Tags: Text Processing, Markup, XML, Games/Entertainment, Home Automation

Licenses: GPL

BAIK 8.1.5

Saturday 24th of May 2014 09:59:25 PM
BAIK (Bahasa Anak Indonesia untuk Komputer) is a scripting language whose syntax is in Indonesian. It supports GUI, file operations, conditions, arrays, functions, simple OOP, RDBMS (Oracle, SQLite, MySQL, and PostgreSQL databases), CGI, and TCP/IP networking.

Release Notes: Starting from version 8, BAIK supports GPIO and Analog Input for embedded system. It was tested not only on PCs, but also on ARM embedded systems such as Beagleboard and Beaglebone Black. This release fixed some bugs in the window event handling function.

Tags: Software Development, Interpreters

ms-sys 2.4.0

Saturday 24th of May 2014 08:42:21 PM
ms-sys is a Linux program for writing Microsoft compatible boot records. The program does the same as Microsoft's "fdisk /mbr" to a hard disk or "sys d:" to a floppy or FAT32 partition, except that it does not copy any system files (only the boot record is written).

Release Notes: Adds support for syslinux GPT MBR. Updates the syslinux MBR to version 6.02.

Release Tags: Stable

Tags: Boot

Licenses: GPL

Go! 0.5.0

Saturday 24th of May 2014 01:13:43 PM
Go! is a PHP 5.4 library that allows developers to add support for aspect-oriented programming (AOP) to their PHP applications. It doesn't require PECL extensions, Runkit, evals, or DI containers. The code with weaved aspects is fully readable and native, and can be easily debugged with XDebug. You can debug either classes or aspects. It can potentially* be installed in every PHP application because you don't have to change the application source code at all. As an example, with the help of 10-20 lines of code it is possible to intercept all of the public, protected, and static methods in all classes of an application, and display the name and the arguments of each method during its execution.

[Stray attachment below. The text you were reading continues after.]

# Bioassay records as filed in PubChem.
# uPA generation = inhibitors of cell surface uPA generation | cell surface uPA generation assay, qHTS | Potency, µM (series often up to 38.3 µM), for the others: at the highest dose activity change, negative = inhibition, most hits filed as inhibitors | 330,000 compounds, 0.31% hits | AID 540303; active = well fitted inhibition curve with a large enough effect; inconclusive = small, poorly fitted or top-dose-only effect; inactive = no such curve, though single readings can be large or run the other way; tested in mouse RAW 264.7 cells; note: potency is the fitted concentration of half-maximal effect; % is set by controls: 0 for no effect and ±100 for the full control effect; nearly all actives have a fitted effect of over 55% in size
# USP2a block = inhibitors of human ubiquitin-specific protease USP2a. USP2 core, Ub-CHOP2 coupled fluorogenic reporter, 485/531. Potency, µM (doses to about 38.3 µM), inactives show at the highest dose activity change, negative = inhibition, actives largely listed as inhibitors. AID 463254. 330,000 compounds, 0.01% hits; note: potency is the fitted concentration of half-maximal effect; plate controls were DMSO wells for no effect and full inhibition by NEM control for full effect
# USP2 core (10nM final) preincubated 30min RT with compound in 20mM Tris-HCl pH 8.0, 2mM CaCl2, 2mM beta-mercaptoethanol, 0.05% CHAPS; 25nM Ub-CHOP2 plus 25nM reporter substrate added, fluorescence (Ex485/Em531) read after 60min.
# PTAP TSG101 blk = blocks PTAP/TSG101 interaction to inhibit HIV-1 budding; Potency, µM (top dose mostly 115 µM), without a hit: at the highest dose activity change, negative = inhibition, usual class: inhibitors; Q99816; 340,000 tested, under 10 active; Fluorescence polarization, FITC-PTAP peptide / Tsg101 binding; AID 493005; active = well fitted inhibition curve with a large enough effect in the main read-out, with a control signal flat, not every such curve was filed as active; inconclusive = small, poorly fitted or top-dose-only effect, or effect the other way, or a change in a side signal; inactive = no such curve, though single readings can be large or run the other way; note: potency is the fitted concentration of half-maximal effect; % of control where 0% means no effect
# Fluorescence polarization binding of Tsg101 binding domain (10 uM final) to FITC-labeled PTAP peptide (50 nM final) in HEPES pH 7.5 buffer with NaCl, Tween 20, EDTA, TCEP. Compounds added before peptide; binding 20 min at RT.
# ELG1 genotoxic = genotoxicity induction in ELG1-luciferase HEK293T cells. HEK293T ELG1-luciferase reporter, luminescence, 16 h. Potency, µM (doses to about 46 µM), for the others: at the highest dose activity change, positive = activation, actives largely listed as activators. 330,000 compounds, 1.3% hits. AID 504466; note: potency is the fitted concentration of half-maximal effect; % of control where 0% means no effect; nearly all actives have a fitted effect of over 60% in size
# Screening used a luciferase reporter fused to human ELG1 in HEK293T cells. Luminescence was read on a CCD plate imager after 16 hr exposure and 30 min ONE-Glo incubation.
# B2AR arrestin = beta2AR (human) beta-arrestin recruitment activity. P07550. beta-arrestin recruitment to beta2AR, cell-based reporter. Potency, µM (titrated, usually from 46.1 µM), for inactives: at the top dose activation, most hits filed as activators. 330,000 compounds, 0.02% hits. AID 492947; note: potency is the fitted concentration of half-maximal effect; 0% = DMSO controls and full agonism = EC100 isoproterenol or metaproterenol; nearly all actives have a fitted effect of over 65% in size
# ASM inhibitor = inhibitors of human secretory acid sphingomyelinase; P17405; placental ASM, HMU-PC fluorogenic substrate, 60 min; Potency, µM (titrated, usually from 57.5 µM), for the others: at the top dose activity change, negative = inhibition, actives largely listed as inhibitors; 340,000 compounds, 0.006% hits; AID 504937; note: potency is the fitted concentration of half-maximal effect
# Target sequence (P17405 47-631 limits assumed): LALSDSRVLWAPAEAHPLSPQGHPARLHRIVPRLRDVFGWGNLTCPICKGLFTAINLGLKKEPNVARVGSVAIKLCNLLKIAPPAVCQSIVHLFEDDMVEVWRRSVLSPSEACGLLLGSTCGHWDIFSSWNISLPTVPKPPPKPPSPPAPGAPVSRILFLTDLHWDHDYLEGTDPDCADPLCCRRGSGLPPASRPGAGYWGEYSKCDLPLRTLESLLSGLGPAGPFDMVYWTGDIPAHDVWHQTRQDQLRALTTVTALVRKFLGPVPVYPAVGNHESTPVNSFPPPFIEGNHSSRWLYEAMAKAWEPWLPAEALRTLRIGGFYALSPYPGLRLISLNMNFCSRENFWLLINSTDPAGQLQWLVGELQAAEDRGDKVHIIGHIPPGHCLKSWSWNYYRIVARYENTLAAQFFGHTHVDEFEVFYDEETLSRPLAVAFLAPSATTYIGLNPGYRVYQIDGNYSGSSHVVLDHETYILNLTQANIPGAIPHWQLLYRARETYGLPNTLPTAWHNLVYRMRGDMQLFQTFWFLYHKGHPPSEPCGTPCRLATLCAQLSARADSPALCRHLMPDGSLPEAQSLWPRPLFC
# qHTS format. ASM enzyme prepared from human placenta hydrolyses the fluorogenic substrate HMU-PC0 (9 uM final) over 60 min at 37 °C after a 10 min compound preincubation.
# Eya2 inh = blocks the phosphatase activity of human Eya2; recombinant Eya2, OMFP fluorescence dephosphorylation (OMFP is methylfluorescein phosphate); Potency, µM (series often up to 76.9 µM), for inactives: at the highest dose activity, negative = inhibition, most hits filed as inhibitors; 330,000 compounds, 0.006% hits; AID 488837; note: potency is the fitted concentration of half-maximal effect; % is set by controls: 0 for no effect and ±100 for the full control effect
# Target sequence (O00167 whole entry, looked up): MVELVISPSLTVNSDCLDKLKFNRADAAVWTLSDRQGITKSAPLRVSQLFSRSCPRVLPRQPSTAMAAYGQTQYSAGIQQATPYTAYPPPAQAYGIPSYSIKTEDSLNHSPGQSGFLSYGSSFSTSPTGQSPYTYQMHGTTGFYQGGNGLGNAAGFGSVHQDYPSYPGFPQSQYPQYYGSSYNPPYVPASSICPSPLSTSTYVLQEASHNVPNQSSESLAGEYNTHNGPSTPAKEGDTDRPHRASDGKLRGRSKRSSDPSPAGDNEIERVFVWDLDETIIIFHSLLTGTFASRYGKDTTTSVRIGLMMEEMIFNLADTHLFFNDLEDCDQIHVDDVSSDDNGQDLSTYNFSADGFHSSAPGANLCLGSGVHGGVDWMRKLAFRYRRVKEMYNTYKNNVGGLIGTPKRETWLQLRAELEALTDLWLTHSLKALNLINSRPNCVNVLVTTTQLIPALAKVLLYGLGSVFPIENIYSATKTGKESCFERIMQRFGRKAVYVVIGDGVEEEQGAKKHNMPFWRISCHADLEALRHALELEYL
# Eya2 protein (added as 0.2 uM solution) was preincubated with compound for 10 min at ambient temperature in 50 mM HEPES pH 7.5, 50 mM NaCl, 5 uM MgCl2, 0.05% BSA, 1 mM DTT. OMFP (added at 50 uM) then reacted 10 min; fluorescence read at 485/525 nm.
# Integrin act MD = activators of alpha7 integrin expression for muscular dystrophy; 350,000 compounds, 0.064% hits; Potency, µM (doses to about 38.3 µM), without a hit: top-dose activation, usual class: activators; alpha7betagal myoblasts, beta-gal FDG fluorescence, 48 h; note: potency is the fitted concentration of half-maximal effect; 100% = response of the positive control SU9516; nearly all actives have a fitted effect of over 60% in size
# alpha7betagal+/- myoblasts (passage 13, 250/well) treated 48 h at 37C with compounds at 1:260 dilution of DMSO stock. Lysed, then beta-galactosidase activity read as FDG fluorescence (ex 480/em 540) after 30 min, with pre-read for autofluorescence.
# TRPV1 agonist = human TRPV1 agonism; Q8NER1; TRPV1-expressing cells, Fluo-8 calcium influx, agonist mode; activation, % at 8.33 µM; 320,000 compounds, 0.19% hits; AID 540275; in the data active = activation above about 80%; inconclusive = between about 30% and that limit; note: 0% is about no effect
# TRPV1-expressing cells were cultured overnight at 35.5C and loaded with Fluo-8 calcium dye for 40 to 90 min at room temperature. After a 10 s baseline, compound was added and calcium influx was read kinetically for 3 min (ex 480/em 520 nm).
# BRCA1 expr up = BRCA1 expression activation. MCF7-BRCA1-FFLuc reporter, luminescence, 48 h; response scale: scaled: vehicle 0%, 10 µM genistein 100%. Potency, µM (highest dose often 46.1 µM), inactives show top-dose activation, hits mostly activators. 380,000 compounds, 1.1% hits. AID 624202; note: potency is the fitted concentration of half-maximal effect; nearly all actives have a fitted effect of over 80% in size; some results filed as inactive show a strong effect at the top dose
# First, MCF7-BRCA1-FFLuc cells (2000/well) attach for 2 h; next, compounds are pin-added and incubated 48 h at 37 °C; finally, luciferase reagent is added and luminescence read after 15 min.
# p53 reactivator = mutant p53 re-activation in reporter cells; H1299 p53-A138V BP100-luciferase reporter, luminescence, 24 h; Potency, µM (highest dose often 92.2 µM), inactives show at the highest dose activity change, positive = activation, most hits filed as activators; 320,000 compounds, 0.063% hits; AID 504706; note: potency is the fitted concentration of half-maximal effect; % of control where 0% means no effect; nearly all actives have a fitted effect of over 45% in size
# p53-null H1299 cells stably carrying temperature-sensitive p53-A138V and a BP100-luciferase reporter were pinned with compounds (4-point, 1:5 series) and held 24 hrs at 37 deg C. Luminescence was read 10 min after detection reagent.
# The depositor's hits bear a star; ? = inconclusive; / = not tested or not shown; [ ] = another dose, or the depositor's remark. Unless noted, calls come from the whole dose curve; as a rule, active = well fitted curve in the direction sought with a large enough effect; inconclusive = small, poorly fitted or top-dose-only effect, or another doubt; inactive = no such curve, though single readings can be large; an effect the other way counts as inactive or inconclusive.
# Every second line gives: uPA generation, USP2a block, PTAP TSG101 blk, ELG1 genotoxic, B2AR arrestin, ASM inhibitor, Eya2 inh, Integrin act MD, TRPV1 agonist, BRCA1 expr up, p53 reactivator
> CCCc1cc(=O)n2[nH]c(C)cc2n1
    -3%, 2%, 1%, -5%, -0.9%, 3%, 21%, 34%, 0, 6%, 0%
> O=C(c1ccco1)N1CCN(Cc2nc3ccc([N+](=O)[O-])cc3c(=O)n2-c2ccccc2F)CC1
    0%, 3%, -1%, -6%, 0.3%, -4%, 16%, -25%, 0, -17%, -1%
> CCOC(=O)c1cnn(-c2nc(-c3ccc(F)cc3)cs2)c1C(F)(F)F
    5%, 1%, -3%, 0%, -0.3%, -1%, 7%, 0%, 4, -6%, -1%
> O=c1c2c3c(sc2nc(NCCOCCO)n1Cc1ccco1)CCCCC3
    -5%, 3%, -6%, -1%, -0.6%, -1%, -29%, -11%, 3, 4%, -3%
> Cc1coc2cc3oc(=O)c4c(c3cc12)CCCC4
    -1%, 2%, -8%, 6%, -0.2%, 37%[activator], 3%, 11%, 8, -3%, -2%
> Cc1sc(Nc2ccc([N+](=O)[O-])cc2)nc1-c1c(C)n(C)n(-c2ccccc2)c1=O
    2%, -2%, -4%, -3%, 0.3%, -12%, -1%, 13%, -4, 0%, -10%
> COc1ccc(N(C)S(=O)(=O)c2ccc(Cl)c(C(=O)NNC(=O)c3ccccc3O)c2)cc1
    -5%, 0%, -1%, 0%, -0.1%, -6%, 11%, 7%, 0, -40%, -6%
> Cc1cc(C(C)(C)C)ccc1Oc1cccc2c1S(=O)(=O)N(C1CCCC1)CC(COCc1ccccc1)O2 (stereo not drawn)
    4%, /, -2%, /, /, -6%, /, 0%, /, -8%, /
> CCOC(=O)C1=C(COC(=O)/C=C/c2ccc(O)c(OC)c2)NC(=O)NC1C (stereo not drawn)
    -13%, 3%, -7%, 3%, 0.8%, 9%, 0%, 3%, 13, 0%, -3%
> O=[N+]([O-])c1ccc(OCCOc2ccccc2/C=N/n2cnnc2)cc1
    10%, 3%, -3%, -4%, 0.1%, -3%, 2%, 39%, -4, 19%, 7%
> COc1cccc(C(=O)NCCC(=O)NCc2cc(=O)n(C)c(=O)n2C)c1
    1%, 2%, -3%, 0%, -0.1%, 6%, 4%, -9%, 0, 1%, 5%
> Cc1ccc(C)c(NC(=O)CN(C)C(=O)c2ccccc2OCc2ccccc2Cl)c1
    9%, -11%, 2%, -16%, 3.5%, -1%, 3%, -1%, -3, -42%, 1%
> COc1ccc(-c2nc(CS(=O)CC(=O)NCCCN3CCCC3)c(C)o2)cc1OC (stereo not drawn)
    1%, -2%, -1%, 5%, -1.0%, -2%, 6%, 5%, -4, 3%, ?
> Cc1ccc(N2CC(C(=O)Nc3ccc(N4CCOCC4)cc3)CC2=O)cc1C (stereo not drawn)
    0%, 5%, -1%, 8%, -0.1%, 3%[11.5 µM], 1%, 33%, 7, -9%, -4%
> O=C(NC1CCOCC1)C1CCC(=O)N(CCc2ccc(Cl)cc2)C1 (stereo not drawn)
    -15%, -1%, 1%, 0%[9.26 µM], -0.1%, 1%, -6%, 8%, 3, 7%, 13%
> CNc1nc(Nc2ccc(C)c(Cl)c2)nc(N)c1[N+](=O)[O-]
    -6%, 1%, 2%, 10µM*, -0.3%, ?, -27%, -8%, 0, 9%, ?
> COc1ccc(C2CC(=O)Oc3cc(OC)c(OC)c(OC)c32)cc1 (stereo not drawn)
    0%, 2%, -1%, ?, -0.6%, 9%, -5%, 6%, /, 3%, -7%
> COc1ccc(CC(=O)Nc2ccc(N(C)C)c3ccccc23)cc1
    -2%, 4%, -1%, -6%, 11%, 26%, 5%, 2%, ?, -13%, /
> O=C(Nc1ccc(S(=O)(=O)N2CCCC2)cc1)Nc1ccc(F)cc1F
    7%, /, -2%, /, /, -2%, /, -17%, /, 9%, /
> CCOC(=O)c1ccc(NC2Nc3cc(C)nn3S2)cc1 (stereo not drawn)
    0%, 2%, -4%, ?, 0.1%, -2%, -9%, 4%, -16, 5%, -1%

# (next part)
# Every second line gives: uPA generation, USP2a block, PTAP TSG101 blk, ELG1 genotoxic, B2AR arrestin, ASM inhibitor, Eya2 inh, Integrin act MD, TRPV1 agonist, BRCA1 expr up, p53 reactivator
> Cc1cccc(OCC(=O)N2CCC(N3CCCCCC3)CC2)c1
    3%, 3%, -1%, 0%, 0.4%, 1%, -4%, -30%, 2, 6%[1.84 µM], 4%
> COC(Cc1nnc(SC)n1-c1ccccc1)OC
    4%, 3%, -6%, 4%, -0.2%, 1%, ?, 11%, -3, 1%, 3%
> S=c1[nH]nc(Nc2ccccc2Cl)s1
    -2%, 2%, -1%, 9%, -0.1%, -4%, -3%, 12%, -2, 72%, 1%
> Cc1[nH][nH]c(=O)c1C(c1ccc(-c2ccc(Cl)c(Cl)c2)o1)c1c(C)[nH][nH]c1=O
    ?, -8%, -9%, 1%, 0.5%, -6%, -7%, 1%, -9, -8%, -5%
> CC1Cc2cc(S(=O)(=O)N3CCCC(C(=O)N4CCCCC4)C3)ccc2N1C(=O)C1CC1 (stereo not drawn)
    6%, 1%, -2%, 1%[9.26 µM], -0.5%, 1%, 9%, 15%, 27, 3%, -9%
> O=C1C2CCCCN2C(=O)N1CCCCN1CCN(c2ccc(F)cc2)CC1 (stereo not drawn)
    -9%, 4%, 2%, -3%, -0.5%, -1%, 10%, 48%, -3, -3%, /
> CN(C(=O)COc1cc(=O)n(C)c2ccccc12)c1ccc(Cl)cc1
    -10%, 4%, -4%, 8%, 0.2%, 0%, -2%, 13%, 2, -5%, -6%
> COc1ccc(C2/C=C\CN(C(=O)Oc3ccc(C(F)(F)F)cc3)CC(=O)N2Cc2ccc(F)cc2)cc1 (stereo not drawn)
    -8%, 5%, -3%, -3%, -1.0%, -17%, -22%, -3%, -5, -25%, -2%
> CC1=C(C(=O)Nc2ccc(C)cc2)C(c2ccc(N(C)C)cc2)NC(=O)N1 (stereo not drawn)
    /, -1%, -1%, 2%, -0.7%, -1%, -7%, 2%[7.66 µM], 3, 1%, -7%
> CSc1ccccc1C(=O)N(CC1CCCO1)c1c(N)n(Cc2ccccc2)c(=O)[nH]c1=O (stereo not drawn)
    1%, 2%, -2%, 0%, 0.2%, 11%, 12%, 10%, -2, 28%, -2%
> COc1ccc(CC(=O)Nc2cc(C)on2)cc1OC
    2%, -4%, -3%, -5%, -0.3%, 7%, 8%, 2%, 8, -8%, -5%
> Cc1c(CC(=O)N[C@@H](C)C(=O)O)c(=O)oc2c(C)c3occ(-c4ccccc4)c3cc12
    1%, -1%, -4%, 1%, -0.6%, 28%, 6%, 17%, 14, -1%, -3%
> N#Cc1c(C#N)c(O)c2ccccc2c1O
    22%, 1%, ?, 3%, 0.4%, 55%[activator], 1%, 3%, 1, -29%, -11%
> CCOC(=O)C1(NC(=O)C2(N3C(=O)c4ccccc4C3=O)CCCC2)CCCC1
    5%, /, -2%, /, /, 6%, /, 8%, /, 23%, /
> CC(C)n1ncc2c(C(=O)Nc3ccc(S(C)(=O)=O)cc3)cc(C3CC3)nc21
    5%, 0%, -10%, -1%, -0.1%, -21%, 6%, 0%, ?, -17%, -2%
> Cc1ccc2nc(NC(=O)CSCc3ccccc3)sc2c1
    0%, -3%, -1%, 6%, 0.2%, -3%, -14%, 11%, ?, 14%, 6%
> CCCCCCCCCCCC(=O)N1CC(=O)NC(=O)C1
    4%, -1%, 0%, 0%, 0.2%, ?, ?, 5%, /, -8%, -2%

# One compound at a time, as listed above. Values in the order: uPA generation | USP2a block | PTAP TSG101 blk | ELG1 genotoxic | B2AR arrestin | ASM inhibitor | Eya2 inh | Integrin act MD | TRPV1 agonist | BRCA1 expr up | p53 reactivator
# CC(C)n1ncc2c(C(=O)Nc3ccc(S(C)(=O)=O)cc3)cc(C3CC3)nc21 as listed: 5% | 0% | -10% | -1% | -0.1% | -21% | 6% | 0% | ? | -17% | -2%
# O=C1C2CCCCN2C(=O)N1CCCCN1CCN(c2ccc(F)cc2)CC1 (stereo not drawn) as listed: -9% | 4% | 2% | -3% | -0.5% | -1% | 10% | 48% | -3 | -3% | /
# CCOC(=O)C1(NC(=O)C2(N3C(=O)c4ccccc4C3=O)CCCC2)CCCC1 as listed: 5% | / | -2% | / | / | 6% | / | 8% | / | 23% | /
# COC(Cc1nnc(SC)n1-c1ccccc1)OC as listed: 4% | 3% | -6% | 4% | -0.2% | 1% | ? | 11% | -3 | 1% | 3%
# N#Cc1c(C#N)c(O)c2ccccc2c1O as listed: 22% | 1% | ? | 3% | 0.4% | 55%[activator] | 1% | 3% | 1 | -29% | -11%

Release Notes: Proxies are now stored in separate files to allow more transparent debugging. A cache warmer command was added. Extended pointcut syntax for or-ed methods: ClassName->method1|method2(*). Support for read-only filesystems was added (phar, GAE, etc.). Inheritance support during class-loading and weaving.

Release Tags: 0.5.0

Tags: aop, PHP, aspect-oriented programming, oop

Licenses: MIT

Classing{js} 1.0.3

Saturday 24th of May 2014 12:25:17 PM
Classing{js} creates a classical-like OOP interface directly into JavaScript.Without compilation or any pre-process, it behaves almost exactly like any regular classical object oriented environment. It provides function overloading, concrete (Final or Extensible) and abstract classes, defining components in the three access levels {public,private and protected}, static components, classical inheritance and method overriding, defining and implementing multiple interfaces, and much more.

Release Notes: In this release, the library's APIs are wrapped in a namespace called classing to avoid possible conflicts with other libraries that may use the same API's names.

Tags: Internet, Web, JavaScript library, object oriented, classes, Cross browser compatibility

Licenses: MIT License

remoteEncFs 0.2.0

Saturday 24th of May 2014 12:17:10 PM
remoteEncFs supports some use cases for using a remote filesystem encrypted with encfs locally. Such filesystems can be created with Boxcryptor Classic. In particular, remoteEncFs supports local synchronization and mounting local or remote copies.

Release Notes: Implements local --unmount.

Release Tags: Major feature enhancements

Tags: encrypted cloud storage

Licenses: GPLv2

Aniketos-SSVV 0.01